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Based Pointers (C++)


The latest version of this topic can be found at Based Pointers (C++).

Microsoft Specific**

The __based keyword allows you to declare pointers based on pointers (pointers that are offsets from existing pointers).

type __based( base ) declarator   

Pointers based on pointer addresses are the only form of the __based keyword valid in 32-bit or 64-bit compilations. For the Microsoft 32-bit C/C++ compiler, a based pointer is a 32-bit offset from a 32-bit pointer base. A similar restriction holds for 64-bit environments, where a based pointer is a 64-bit offset from the 64-bit base.

One use for pointers based on pointers is for persistent identifiers that contain pointers. A linked list that consists of pointers based on a pointer can be saved to disk, then reloaded to another place in memory, with the pointers remaining valid. For example:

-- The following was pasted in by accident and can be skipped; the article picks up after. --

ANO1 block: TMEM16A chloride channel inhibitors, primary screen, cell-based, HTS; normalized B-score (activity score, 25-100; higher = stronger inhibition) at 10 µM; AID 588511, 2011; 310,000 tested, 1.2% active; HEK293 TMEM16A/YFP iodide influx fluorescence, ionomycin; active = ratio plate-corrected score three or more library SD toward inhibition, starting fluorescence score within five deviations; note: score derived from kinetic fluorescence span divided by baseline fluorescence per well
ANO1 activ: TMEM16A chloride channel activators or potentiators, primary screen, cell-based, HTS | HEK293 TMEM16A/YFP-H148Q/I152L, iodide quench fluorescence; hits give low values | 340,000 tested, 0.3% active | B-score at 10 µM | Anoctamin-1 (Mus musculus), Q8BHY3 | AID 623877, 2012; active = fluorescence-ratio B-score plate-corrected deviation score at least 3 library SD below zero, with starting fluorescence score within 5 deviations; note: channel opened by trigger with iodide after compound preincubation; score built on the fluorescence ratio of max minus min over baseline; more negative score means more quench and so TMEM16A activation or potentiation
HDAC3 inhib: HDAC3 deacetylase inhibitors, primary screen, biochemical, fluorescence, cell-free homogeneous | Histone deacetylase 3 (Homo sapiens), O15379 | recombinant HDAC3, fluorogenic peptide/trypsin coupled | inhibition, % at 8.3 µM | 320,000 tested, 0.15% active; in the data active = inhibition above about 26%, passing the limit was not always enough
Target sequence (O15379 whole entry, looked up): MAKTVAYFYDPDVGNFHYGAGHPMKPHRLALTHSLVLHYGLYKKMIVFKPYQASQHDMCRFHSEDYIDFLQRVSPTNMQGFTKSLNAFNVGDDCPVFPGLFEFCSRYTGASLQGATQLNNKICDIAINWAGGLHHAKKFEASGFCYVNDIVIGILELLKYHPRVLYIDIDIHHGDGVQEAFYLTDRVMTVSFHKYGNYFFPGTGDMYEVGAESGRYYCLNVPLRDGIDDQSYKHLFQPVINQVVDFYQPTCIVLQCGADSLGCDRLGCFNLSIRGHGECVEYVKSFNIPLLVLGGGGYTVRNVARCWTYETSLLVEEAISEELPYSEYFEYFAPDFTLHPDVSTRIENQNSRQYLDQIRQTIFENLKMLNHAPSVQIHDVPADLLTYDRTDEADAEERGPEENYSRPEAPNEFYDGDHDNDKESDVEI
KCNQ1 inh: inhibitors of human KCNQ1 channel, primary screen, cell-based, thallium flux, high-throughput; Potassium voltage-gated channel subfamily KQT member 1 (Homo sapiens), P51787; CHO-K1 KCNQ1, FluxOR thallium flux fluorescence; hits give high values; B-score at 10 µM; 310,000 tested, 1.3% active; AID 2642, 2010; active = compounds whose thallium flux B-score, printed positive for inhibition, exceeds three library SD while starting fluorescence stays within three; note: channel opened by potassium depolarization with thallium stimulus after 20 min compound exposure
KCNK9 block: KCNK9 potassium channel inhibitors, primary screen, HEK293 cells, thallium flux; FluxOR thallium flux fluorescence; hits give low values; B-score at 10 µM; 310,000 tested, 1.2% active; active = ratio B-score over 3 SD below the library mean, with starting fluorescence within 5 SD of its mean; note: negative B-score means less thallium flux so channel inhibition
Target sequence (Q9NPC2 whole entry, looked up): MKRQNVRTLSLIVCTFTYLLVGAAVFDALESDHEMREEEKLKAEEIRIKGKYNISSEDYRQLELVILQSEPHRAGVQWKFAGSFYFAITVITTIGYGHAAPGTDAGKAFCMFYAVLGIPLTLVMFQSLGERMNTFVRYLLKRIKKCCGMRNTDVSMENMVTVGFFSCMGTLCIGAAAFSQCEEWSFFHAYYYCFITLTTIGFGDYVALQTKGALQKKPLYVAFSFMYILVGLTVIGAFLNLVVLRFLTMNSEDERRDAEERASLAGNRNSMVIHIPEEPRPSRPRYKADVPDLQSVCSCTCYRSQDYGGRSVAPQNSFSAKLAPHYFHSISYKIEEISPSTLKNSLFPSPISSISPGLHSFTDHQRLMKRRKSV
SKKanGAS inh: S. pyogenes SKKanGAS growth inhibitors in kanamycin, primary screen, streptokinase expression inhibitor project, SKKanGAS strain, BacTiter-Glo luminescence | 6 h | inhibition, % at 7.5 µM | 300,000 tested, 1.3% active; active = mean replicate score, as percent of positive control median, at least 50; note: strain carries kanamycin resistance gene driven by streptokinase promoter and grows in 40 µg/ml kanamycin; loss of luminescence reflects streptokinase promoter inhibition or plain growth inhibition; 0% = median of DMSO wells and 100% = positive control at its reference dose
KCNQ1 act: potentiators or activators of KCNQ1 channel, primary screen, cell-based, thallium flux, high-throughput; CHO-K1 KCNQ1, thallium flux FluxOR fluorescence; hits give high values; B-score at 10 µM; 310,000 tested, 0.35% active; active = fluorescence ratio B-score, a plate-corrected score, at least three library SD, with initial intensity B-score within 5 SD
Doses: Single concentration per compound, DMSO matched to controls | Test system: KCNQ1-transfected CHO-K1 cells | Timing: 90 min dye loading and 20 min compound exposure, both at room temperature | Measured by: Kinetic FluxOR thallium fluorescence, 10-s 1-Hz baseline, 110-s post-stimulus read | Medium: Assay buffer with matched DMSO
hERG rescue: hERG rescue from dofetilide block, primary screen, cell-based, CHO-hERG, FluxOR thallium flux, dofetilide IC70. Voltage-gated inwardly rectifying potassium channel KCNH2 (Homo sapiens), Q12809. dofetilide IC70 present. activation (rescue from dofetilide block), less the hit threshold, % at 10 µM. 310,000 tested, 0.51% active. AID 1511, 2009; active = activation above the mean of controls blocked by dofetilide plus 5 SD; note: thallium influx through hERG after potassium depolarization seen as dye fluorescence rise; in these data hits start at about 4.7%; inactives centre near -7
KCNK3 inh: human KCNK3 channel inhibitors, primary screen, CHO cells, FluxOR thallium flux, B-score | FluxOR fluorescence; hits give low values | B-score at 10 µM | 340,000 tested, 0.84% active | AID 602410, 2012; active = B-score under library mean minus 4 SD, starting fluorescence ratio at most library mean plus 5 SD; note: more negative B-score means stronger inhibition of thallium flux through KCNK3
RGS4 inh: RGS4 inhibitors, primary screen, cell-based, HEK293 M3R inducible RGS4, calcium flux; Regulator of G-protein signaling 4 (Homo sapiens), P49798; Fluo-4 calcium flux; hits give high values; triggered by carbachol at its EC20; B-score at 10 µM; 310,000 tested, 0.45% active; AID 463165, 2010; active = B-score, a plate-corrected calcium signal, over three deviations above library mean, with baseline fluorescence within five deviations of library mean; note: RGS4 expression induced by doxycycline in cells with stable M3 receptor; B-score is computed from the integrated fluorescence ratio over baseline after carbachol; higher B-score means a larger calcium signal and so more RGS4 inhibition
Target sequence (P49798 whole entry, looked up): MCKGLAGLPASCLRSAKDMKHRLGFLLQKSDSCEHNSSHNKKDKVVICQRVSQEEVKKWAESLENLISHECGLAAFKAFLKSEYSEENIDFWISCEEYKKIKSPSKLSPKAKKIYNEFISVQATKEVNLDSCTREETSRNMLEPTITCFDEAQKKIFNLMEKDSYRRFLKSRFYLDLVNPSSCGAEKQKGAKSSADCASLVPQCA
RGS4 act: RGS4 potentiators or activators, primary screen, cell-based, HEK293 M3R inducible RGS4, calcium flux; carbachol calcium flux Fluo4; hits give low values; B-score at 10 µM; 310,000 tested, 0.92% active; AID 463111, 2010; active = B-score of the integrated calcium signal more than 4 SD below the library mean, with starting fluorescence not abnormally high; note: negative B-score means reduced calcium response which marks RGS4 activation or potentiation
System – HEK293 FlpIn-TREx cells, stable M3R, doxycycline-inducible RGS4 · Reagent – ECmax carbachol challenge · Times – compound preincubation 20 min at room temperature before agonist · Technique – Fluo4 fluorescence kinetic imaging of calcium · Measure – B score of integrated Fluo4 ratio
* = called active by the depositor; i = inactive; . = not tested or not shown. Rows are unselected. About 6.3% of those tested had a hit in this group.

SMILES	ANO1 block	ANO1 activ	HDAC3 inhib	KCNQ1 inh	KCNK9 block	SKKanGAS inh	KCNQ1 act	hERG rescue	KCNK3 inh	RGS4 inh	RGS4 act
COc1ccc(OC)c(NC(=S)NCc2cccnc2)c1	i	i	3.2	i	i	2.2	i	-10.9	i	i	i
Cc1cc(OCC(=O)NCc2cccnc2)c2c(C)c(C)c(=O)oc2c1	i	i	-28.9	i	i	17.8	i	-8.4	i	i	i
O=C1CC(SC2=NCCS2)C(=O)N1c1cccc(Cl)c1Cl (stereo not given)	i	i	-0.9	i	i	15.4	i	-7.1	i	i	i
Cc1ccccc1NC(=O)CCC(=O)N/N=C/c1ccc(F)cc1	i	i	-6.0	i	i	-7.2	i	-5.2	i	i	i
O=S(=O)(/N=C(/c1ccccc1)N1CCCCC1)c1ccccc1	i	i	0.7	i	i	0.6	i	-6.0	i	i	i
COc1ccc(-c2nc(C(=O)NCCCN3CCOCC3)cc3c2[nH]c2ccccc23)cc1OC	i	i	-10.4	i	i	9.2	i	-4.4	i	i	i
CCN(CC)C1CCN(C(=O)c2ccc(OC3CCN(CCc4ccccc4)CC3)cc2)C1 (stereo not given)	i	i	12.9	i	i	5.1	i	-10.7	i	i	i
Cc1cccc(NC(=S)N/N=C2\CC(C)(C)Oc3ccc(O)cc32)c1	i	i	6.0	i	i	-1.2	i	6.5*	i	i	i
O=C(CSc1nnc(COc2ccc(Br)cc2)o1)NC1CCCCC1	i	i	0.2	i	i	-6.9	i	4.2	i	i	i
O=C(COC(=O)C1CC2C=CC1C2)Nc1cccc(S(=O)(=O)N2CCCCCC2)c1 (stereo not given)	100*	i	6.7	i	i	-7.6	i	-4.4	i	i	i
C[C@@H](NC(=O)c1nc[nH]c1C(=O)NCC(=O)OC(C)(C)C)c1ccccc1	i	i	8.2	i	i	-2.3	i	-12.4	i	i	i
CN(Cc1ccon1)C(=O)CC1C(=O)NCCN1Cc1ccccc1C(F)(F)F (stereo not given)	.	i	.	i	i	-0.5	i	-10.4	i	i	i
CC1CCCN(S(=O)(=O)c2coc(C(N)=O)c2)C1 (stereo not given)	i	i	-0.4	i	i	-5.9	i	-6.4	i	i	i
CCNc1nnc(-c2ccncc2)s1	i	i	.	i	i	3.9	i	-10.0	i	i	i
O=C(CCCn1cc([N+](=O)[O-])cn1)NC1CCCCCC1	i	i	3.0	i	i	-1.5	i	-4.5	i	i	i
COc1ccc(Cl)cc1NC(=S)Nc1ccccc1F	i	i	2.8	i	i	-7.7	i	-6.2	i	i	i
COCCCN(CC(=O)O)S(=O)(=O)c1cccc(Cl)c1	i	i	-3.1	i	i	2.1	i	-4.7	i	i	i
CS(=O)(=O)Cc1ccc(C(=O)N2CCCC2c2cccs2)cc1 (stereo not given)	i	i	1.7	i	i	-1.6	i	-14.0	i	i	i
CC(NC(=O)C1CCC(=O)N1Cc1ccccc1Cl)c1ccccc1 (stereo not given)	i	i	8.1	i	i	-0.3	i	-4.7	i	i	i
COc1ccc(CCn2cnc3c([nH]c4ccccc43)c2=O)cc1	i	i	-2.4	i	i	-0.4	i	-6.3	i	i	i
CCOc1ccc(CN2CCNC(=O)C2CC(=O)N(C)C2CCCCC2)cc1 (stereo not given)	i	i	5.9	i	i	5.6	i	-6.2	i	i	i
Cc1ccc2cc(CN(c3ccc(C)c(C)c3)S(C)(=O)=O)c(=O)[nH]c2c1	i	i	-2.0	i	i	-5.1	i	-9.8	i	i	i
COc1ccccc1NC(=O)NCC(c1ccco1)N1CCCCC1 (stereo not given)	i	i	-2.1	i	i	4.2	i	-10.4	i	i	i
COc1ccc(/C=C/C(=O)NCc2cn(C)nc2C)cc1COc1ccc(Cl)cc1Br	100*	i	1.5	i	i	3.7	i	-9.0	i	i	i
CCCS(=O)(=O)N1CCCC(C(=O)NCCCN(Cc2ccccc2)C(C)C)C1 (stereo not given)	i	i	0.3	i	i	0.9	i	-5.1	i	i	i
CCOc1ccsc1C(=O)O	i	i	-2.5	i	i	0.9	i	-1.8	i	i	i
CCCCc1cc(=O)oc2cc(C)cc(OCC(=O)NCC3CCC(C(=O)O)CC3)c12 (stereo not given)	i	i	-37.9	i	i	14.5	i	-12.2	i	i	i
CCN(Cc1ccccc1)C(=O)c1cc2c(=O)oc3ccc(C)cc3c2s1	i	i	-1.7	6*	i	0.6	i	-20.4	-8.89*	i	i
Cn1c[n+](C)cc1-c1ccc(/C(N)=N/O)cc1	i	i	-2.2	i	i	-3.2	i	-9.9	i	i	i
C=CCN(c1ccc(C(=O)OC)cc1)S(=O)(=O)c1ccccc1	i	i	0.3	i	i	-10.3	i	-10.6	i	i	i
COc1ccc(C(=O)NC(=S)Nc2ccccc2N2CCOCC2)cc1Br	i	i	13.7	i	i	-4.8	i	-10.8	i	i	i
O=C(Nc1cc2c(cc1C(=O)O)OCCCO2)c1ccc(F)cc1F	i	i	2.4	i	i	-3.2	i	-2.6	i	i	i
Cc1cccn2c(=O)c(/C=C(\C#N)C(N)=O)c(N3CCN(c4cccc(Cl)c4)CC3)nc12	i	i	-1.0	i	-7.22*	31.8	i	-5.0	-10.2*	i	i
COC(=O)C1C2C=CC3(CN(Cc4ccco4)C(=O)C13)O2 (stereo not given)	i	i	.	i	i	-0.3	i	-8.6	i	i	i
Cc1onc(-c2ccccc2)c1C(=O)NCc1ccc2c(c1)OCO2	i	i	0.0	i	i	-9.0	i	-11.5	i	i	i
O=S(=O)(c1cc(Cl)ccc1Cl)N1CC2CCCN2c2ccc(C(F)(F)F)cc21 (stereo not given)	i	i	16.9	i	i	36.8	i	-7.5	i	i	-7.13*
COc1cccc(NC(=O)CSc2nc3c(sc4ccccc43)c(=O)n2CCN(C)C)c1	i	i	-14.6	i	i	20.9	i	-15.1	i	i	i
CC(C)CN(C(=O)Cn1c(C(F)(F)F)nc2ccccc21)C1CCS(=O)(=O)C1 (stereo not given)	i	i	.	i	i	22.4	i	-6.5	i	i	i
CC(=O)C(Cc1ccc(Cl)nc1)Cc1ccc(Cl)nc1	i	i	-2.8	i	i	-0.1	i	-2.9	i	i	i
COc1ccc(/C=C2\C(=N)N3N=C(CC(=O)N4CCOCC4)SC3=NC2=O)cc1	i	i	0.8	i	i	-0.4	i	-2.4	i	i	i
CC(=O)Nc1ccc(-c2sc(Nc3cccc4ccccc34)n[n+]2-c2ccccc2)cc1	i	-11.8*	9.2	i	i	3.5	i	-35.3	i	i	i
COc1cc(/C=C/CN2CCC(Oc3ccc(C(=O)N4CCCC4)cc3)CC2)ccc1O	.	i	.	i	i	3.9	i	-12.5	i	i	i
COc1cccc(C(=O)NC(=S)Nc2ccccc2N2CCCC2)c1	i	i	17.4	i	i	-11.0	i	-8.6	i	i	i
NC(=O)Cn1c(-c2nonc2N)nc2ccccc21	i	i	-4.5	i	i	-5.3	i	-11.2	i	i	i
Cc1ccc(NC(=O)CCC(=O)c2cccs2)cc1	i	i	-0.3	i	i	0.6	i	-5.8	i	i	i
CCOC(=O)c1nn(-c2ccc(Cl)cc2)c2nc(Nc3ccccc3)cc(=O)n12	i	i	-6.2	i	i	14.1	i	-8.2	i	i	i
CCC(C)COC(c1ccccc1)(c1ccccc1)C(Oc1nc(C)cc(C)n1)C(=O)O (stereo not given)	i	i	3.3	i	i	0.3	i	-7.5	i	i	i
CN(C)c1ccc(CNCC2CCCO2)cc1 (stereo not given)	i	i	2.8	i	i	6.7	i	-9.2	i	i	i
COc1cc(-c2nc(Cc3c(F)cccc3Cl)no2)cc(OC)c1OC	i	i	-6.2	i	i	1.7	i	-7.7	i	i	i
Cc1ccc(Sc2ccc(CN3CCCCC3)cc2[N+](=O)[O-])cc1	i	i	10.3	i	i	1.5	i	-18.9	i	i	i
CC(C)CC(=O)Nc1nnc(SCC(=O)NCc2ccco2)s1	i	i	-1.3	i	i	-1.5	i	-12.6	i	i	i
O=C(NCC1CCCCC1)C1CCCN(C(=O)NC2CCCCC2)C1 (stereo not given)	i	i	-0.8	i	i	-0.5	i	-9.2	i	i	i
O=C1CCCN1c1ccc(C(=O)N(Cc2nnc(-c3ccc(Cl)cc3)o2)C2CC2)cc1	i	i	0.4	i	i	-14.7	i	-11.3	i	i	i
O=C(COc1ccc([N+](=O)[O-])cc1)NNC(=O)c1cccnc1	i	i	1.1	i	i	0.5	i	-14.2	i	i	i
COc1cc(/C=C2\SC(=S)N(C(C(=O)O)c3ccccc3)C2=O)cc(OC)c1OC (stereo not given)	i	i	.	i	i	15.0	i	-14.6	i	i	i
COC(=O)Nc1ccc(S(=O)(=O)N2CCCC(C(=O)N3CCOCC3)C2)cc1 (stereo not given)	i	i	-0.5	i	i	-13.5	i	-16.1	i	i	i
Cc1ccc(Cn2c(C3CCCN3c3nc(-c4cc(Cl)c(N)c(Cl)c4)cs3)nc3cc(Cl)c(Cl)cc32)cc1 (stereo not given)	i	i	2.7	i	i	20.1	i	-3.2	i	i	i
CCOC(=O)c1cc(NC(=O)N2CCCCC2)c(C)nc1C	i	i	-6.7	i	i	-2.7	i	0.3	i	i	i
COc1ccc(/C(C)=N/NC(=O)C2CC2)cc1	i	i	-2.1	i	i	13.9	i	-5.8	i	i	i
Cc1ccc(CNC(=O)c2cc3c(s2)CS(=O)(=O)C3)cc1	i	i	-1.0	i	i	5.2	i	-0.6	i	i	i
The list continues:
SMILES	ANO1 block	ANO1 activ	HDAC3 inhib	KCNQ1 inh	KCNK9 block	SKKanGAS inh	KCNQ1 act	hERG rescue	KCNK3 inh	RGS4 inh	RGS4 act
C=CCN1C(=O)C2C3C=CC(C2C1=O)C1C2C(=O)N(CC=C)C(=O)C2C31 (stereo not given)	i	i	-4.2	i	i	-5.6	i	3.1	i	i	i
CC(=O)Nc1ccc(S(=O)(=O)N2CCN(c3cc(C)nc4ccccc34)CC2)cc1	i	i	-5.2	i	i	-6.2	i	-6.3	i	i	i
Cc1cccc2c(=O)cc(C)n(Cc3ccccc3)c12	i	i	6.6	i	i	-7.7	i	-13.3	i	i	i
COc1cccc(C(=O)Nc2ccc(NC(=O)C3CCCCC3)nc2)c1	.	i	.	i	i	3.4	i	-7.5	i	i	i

// based_pointers1.cpp  
// compile with: /c  
void *vpBuffer;  
struct llist_t {  
   void __based( vpBuffer ) *vpData;  
   struct llist_t __based( vpBuffer ) *llNext;  

The pointer vpBuffer is assigned the address of memory allocated at some later point in the program. The linked list is relocated relative to the value of vpBuffer.

System_CAPS_ICON_note.jpg Note

Persisting identifiers containing pointers can also be accomplished by using memory-mapped files.

When dereferencing a based pointer, the base must be either explicitly specified or implicitly known through the declaration.

For compatibility with previous versions, _based is a synonym for __based.

The following code demonstrates changing a based pointer by changing its base.

// based_pointers2.cpp  
// compile with: /EHsc  
#include <iostream>  
int a1[] = { 1,2,3 };  
int a2[] = { 10,11,12 };  
int *pBased;  
typedef int __based(pBased) * pBasedPtr;  
using namespace std;  
int main() {  
   pBased = &a1[0];  
   pBasedPtr pb = 0;  
   cout << *pb << endl;  
   cout << *(pb+1) << endl;  
   pBased = &a2[0];  
   cout << *pb << endl;  
   cout << *(pb+1) << endl;